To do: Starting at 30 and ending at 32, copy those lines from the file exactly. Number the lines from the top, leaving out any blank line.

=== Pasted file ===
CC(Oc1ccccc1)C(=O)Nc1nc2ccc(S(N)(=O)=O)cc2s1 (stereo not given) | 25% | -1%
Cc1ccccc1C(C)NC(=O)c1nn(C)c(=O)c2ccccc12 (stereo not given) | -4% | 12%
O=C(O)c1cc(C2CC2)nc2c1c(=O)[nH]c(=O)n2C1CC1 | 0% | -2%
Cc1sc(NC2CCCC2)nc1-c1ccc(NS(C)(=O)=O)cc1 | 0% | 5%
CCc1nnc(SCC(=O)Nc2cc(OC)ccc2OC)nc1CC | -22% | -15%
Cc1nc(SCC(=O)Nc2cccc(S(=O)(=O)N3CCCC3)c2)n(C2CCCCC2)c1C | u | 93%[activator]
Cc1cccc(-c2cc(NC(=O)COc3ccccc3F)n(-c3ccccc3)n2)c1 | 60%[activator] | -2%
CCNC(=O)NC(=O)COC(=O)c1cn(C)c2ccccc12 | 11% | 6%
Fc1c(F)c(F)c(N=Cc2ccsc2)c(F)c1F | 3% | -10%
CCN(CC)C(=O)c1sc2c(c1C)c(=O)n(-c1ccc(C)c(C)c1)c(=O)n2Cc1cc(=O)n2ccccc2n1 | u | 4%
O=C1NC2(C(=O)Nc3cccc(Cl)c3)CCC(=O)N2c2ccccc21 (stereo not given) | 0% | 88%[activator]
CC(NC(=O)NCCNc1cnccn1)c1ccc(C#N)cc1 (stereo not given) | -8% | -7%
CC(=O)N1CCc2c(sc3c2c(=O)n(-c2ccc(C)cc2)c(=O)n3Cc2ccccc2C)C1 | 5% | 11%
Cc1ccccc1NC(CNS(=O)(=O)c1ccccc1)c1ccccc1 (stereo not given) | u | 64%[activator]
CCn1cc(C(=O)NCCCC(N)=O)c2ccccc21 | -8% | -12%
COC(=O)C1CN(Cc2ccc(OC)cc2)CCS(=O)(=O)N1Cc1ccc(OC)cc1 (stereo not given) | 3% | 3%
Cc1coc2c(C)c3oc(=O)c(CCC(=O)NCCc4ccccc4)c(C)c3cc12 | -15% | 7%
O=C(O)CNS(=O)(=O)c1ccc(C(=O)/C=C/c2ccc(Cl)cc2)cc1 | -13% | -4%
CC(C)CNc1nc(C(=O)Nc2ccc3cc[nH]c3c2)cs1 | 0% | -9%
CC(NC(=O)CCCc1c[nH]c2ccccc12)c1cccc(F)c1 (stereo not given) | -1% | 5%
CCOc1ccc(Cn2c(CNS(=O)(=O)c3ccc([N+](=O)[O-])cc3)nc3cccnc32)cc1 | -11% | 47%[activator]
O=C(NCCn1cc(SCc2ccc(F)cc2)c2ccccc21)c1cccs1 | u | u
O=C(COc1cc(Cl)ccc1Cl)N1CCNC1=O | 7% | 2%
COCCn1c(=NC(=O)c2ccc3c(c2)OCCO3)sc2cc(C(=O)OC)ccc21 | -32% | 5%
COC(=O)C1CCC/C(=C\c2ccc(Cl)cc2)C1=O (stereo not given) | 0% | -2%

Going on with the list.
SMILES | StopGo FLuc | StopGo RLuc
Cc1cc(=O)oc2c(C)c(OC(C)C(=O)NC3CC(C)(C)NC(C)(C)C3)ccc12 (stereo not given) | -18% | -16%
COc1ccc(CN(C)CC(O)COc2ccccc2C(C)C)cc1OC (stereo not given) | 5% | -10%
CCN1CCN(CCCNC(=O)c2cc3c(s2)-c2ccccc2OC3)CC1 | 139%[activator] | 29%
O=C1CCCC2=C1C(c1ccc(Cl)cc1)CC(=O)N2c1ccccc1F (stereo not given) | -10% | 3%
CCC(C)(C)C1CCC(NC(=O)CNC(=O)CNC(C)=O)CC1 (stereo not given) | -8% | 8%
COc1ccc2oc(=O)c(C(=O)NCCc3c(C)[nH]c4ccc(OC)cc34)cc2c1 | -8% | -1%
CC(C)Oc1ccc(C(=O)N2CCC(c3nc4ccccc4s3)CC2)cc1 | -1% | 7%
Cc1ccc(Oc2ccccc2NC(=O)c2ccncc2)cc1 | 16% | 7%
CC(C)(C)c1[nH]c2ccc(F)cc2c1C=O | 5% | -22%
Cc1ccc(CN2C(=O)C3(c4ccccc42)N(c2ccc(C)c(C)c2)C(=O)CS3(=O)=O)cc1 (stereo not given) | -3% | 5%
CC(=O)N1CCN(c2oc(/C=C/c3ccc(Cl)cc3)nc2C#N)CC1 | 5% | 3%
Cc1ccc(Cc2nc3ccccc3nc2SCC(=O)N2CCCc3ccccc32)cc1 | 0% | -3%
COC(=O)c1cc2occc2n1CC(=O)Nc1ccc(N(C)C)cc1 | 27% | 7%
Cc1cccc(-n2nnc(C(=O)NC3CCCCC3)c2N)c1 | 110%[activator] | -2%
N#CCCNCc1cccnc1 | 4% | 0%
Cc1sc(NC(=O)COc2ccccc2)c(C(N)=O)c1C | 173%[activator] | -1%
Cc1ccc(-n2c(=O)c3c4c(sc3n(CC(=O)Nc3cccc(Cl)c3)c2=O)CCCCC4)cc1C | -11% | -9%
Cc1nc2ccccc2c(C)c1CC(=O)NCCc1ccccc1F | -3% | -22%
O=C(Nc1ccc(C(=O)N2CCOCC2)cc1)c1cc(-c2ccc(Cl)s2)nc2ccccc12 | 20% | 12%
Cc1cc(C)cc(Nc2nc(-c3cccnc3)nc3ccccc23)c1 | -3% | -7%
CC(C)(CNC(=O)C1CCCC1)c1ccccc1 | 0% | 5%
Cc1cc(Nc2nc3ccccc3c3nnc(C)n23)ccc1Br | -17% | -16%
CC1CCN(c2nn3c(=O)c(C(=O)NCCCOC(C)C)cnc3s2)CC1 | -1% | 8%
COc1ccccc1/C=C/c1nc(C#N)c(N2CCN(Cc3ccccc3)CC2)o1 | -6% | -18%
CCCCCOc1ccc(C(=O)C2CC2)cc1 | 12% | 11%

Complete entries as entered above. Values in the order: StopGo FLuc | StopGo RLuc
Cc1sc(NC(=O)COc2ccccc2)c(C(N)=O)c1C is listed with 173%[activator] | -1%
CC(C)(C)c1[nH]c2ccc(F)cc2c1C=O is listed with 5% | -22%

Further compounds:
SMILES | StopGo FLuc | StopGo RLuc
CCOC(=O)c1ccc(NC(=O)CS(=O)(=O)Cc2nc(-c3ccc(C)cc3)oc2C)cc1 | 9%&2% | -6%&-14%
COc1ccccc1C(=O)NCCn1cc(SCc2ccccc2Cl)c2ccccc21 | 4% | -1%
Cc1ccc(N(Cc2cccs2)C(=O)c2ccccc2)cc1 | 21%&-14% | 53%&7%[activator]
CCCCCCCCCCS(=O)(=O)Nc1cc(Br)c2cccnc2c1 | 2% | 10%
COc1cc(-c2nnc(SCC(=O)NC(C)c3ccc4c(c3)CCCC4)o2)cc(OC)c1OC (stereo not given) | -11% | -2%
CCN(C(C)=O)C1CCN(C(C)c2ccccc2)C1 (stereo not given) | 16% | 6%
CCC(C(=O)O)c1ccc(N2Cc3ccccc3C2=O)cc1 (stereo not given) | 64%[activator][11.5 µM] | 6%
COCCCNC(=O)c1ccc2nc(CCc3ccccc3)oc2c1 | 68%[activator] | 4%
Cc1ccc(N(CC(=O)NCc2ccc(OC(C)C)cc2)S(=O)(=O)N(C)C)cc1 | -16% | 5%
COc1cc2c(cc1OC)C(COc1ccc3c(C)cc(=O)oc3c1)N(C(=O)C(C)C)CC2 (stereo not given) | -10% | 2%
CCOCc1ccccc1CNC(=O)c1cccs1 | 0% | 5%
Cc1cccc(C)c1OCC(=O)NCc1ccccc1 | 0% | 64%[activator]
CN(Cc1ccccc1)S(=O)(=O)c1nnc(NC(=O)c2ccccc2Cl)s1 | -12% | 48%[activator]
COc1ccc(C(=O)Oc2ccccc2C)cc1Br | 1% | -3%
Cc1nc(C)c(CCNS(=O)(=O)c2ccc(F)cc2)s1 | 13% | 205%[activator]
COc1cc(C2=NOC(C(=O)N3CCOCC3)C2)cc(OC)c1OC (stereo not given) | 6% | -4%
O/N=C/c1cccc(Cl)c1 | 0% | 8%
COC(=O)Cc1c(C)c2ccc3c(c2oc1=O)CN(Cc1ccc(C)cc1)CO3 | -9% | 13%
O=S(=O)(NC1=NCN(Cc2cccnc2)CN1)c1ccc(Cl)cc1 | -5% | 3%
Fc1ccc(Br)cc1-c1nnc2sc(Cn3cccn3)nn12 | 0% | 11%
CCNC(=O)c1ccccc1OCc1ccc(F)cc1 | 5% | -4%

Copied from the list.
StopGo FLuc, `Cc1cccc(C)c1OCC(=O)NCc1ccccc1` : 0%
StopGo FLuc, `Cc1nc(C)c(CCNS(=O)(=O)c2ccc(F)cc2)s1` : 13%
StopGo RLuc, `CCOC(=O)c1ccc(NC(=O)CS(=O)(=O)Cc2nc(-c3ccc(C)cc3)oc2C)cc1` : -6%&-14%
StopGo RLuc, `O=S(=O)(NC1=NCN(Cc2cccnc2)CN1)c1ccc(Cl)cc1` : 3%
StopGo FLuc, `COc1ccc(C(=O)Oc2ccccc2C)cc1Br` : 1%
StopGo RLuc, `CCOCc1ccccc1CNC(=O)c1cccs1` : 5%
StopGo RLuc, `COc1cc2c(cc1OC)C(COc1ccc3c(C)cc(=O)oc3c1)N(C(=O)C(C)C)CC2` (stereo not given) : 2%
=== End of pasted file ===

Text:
CCN1CCN(CCCNC(=O)c2cc3c(s2)-c2ccccc2OC3)CC1 | 139%[activator] | 29%
O=C1CCCC2=C1C(c1ccc(Cl)cc1)CC(=O)N2c1ccccc1F (stereo not given) | -10% | 3%
CCC(C)(C)C1CCC(NC(=O)CNC(=O)CNC(C)=O)CC1 (stereo not given) | -8% | 8%